He (the adviser) seems not to consider that, being born the son of a King, and placed on a throne, I was sent into the world by Providence to live and labour, not for myself, but for others; that it is my duty not to think of my own happiness except so far as it is inseparably connected with the happiness of my people. It is the repose and prosperity of my subjects that it behoves me to consult; nor are these to be sacrificed to anything besides the demands of justice, the maintenance of royal authority, and the security of the State.
This desire to serve God, something which was equally as manifest in his great, great, great grandfather Babur, the founder of the Mughal Empire, was apparent to all those around Him. The British Ambassador Norris reports that he used to see Aurangzeb, even during battle,
surrounded by greate numbers of Horse & vast numbers of people crowding to see Him […] he himselfe tho’ carryd openly saw nobody, having his eyes always affixed upon a Booke he carryd in his hands & reading all ye way he went without ever divertinge to any other object.

This book was the Qur’ān. Aurangzeb had memorised it completely. And he would constantly recite it. Abdul Aziz, the chief of the Uzbegs who had rebelled against Aurangzeb, famously noted that even during their famous battle, Aurangzeb would calmly spread his prayer mat on the field, kneeling down to say the evening prayers in the midst of the furore that was taking place around him. “To fight with such a man,” he said, “is to court one’s own destruction.” In fact, the Qur’ān was his sole means of finance. Though he presided over the richest empire in the world at the time (Shah Jahan’s famous peacock throne made from pure gold is in today’s terms worth more than $804 million), he refused to take any money from the treasury. Instead, he would earn his living by producing handwritten copies of the Qur’ān, using the beautiful calligraphy he had mastered as a child.
“His vest did not cost above 8 Rupees, and his outer garments, less. Whatever Aurangzeb needed for his own use he always paid for, never accepting presents from others,” continued Norris.

Even the shroud he was buried in was bought using this same source of revenue. Towards the end of his life, having taken the Mughal Empire to the peak of its existence (henceforth it would plummet into its abolition in 1857) the Alamgir (“Conqueror of the World” – a title he adopted in ascending to the throne) would often recite:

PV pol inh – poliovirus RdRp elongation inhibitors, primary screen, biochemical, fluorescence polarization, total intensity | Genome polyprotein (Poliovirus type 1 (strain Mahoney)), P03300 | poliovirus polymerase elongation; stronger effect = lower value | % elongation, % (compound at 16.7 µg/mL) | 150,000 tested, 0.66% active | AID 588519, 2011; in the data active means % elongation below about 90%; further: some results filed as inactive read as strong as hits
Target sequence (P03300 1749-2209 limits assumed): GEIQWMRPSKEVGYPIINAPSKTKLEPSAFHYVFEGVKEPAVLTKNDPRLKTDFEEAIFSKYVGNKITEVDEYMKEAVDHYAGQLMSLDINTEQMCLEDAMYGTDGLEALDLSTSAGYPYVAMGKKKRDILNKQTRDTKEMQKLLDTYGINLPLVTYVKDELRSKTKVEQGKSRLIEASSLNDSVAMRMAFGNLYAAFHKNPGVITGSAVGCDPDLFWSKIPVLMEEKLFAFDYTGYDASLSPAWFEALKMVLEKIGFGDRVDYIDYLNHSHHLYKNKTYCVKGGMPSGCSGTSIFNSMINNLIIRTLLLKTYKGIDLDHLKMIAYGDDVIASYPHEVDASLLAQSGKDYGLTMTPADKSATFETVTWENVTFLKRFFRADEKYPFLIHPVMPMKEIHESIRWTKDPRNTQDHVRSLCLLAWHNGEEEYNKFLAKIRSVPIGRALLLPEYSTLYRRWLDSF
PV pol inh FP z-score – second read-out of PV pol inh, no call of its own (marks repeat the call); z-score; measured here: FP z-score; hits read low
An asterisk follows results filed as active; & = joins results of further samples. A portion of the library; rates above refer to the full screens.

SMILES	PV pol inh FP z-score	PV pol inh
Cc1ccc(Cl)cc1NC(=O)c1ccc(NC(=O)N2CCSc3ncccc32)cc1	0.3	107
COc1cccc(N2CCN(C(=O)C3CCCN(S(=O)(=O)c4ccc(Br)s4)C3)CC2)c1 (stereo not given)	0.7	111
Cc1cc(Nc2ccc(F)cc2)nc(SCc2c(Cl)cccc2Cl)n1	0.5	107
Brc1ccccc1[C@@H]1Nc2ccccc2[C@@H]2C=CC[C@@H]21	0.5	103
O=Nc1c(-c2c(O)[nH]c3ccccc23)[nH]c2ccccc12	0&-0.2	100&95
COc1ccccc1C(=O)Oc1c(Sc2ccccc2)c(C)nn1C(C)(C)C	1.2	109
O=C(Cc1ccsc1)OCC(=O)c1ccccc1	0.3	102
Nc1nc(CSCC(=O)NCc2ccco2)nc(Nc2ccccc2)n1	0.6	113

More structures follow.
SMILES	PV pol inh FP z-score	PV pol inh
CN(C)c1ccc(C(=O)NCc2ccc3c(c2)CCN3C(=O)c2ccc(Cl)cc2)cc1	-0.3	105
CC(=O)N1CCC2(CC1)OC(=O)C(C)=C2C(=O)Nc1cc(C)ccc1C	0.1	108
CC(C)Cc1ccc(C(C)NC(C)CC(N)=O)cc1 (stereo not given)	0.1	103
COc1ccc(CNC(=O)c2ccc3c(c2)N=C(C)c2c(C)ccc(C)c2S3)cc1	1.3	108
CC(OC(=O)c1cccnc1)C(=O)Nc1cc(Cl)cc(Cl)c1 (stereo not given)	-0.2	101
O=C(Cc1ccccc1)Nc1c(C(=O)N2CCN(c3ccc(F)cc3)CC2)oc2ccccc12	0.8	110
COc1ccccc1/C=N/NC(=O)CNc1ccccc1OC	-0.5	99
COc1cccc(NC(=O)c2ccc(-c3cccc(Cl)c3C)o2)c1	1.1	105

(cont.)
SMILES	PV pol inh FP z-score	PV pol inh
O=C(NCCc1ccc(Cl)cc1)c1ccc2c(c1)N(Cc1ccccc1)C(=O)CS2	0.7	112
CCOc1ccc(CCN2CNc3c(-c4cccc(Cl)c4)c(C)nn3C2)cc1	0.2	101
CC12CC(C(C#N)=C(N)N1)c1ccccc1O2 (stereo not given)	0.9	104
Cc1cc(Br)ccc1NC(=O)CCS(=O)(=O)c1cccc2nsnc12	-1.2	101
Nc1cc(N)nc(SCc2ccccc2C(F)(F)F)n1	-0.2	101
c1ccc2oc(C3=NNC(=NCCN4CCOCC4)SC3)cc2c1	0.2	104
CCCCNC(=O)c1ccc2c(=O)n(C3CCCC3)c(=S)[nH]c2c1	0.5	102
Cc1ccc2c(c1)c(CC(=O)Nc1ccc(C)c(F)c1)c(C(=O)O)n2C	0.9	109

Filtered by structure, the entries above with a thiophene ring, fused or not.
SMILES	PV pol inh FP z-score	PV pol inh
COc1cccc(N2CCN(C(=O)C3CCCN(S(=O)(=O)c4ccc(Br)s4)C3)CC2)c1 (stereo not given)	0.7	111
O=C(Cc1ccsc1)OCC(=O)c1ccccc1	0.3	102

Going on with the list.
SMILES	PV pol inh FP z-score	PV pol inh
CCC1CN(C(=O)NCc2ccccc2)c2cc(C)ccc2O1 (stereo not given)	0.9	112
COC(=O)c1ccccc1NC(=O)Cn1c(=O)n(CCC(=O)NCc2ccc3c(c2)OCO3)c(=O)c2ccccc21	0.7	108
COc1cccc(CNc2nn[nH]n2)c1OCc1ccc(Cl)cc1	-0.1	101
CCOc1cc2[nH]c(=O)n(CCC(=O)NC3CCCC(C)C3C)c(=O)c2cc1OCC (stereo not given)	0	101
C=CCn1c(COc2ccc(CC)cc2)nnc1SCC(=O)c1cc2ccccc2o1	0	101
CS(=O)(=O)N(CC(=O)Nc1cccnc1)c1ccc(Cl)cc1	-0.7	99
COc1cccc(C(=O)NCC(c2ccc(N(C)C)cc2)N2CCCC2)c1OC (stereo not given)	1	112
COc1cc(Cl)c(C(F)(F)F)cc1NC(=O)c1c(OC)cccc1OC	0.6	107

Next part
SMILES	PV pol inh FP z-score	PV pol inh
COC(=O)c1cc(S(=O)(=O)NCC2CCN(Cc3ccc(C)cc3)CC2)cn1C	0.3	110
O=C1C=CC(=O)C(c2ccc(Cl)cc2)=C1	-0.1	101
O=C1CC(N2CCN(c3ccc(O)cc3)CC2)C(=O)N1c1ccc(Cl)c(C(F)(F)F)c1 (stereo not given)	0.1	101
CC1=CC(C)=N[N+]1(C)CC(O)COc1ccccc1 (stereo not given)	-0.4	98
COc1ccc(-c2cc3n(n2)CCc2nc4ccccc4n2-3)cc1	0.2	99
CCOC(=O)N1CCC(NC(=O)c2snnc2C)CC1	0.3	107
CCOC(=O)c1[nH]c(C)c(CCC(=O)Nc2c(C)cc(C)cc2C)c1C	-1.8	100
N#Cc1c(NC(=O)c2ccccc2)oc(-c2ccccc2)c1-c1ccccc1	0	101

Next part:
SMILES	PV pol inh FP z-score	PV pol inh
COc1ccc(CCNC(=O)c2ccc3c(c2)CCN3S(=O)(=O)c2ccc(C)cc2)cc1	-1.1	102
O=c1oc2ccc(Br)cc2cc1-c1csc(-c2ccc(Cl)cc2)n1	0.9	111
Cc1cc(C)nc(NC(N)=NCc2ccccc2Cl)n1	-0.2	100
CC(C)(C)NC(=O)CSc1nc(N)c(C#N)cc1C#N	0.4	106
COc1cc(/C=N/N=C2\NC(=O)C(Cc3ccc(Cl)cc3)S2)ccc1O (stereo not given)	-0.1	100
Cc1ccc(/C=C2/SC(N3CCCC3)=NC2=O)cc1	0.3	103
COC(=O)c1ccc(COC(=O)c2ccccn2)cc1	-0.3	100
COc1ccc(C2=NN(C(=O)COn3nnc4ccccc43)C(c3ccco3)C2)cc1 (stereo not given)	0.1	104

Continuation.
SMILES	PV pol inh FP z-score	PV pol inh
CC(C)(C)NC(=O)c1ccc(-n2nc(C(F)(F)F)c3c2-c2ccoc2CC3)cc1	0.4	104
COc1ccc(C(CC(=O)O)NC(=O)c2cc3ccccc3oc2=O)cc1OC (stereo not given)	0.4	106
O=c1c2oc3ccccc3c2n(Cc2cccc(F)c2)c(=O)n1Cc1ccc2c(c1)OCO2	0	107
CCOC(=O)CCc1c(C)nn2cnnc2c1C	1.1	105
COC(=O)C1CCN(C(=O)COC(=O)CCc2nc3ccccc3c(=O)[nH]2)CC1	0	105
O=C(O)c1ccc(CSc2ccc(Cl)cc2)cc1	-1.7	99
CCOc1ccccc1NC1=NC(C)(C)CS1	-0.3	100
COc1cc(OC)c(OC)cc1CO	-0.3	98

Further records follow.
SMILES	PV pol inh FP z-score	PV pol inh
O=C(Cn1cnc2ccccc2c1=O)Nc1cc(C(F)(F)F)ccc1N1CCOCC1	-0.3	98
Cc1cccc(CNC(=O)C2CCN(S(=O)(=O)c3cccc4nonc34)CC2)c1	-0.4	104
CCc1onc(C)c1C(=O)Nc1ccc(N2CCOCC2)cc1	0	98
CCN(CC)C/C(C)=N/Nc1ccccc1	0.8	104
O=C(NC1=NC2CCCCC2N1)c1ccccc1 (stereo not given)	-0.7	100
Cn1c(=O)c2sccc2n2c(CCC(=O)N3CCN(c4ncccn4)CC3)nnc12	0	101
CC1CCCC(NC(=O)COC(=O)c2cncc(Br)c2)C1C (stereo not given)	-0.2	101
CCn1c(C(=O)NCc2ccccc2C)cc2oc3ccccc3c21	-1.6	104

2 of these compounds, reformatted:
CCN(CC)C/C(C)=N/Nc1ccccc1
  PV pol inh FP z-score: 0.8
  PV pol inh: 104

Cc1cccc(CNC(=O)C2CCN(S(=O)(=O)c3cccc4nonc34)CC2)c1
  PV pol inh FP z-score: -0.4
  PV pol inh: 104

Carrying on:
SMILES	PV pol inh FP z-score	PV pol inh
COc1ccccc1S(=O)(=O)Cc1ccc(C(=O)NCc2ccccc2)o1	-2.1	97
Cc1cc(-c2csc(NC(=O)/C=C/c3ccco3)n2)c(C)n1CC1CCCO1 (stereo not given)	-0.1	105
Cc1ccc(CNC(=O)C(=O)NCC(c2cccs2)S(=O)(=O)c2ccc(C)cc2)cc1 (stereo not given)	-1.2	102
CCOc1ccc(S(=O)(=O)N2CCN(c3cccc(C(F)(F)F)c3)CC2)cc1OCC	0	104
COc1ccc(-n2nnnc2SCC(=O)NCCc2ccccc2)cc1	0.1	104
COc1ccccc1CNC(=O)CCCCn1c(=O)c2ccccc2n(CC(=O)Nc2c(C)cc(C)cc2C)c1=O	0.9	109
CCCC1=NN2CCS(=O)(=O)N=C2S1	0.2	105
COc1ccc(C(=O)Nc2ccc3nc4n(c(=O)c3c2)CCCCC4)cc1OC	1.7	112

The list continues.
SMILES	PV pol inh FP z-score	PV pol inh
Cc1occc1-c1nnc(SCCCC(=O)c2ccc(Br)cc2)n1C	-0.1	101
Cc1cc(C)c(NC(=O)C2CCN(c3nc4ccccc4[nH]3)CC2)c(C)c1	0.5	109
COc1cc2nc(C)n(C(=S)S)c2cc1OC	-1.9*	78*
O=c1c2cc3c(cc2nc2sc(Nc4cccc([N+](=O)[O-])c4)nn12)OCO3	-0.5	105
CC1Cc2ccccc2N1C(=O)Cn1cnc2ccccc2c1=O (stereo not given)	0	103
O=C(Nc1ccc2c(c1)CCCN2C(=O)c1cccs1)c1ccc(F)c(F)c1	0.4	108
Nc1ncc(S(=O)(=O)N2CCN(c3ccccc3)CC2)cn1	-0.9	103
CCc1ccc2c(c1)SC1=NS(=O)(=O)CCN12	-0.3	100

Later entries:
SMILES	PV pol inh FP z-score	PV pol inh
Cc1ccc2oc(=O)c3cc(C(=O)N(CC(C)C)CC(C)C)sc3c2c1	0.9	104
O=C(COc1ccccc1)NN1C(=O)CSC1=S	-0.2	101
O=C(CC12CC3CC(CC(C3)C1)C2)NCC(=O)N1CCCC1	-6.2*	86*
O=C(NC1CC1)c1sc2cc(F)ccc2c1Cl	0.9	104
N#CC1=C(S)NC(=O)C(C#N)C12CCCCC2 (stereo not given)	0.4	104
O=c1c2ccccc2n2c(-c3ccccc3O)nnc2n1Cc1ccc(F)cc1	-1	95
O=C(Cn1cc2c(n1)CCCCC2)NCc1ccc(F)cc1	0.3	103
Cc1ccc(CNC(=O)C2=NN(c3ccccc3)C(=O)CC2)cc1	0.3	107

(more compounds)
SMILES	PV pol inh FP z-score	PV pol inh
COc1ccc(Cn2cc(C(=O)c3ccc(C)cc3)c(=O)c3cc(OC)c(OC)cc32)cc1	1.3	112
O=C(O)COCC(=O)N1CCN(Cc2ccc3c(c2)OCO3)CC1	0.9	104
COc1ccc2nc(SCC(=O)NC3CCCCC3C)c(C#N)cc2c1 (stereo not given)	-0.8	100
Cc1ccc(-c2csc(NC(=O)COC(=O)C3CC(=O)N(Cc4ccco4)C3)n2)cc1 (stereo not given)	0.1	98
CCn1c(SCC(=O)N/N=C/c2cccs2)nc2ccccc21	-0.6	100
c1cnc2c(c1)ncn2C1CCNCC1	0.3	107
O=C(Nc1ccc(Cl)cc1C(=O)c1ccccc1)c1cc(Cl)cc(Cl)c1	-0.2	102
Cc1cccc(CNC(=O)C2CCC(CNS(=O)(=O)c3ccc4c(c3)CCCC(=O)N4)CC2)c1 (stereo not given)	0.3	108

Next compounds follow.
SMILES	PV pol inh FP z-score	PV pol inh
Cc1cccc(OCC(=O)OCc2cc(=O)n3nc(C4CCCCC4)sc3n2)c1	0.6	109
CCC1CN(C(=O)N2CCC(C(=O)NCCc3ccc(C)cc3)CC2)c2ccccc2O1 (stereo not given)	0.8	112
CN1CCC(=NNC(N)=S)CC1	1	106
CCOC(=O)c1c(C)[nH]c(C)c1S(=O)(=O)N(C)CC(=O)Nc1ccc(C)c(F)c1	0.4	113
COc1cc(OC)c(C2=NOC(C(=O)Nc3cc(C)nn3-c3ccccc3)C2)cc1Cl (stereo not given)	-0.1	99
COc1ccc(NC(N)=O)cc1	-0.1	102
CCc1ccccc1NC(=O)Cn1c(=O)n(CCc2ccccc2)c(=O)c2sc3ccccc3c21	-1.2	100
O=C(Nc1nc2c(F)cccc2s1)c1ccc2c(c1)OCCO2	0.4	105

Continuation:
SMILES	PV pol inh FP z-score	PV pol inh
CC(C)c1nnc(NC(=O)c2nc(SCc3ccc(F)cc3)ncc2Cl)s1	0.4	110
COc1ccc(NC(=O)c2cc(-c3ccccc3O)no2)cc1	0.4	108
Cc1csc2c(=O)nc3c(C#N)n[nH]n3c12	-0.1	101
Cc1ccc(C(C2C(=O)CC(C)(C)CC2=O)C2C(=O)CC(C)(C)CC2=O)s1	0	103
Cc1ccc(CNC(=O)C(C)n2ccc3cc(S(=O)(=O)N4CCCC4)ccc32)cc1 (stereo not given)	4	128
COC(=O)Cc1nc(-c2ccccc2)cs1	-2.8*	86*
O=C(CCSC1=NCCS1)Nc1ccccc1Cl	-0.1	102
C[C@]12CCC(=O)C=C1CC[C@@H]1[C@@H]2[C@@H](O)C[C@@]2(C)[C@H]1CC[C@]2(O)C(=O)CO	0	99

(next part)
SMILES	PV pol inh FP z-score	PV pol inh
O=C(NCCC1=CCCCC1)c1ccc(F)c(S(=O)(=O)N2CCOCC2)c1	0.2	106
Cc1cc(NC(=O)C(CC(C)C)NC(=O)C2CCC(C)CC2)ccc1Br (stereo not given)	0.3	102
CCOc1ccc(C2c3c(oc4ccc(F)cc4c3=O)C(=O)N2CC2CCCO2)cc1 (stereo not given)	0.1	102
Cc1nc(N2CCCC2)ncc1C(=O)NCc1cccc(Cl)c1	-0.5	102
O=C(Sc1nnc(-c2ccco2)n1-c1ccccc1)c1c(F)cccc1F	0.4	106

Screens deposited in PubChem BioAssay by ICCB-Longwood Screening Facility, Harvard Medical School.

In a twinkle, in a minute, in a breath,
The condition of the world changes.
In a final letter to his sons, he said,

I brought nothing with me into this world and am carrying with me the fruits of my sins. I know not what punishment will fall on me […] Whatever the wind may be, I am launching my boat on the water.

And to his Vizier, Asad Khan, he wrote,
Praise be to God, that in whatever place and abode I have been, I have been passing through it, withdrawn my heart from all things connected with it, and made death easy for myself.

Aurangzeb, may God be pleased with him, passed away during the dawn prayers. Even as he lost consciousness, says Mustaid Khan,

the force of habit prevailed, and the fingers of the dying King continued mechanically to tell the beads of the Tasbih they held.

And what was his funeral like? In accordance with his will: “Three hundred and five rupees, from the wages of copying the Qur’ān, are in my purse for personal expenses. Distribute them to the poor and needy on the day of my death […] do not spend it on my shroud and other necessitates.” He stated elsewhere that this was “in case I had made a mistake in copying the Qur’ān, as I will be answerable to that” “Bury this wanderer […] with his head bare, because every ruined sinner who is conducted bare headed before the Grand Emperor (God), is sure to be an object of mercy [...]”

May God have mercy on you, Sultan Aurangzeb! He used you as a means of preserving His faith and His justice in the subcontinent, and as a result, I was able to be born into His faith. You are an example for all leaders to come, an inspiration for all those who believe in Him and a reminder for us all of the responsibilities we must discharge as believers in Him. May God forgive you and gift you with the companionship of your beloved Prophet (sall Allāhu ʿalayhi wa sallam) in the hereafter.

Originally, the grave of Sultan Aurangzeb only consisted of a wooden slab with an inscription in Farsi which said, “No marble sheets should shield me from the sky as I lie there one with the earth.” But it was later embellished and renovated with marble by the Nizam of Hyderabad.
[1] Nadwi, A. Saviours of the Islamic Spirit. India: Academy of Islamic Research.
[2] Early, A. The Mughal Throne: The Saga of India’s Great Emperors. London: Phoenix, 2004
[3] Eaton, R. Temple Desecration and Indo-Muslim States. Oxford: Journal of Islamic studies, 11:3 (2000) pp. 283 – 319.

[4] Siddiqui, H. Mughal Emperor Aurangzeb: Bad Ruler or Bad History? (http://www.albalagh.net/general/0093.shtml)

[5] Sarkar, J. A life of Aurangzib and Historical notes: An English translation of Ahkam-i- Alamgiri ascribed to Hamid-ud-din Khan Bahadur. Calcutta: Sarkar and Sons, 1925. (https://archive.org/stream/AnecdotesOfAurangzeb/AnecdotesOfAurangzib_djvu.txt)

[6] Currim, M., Mitchell, G. Dargahs – Abodes of the Saints. Mumbai: Marg Publications, 2004.

Sunday, March 29, 2015

Out of my mind: Being a Hindu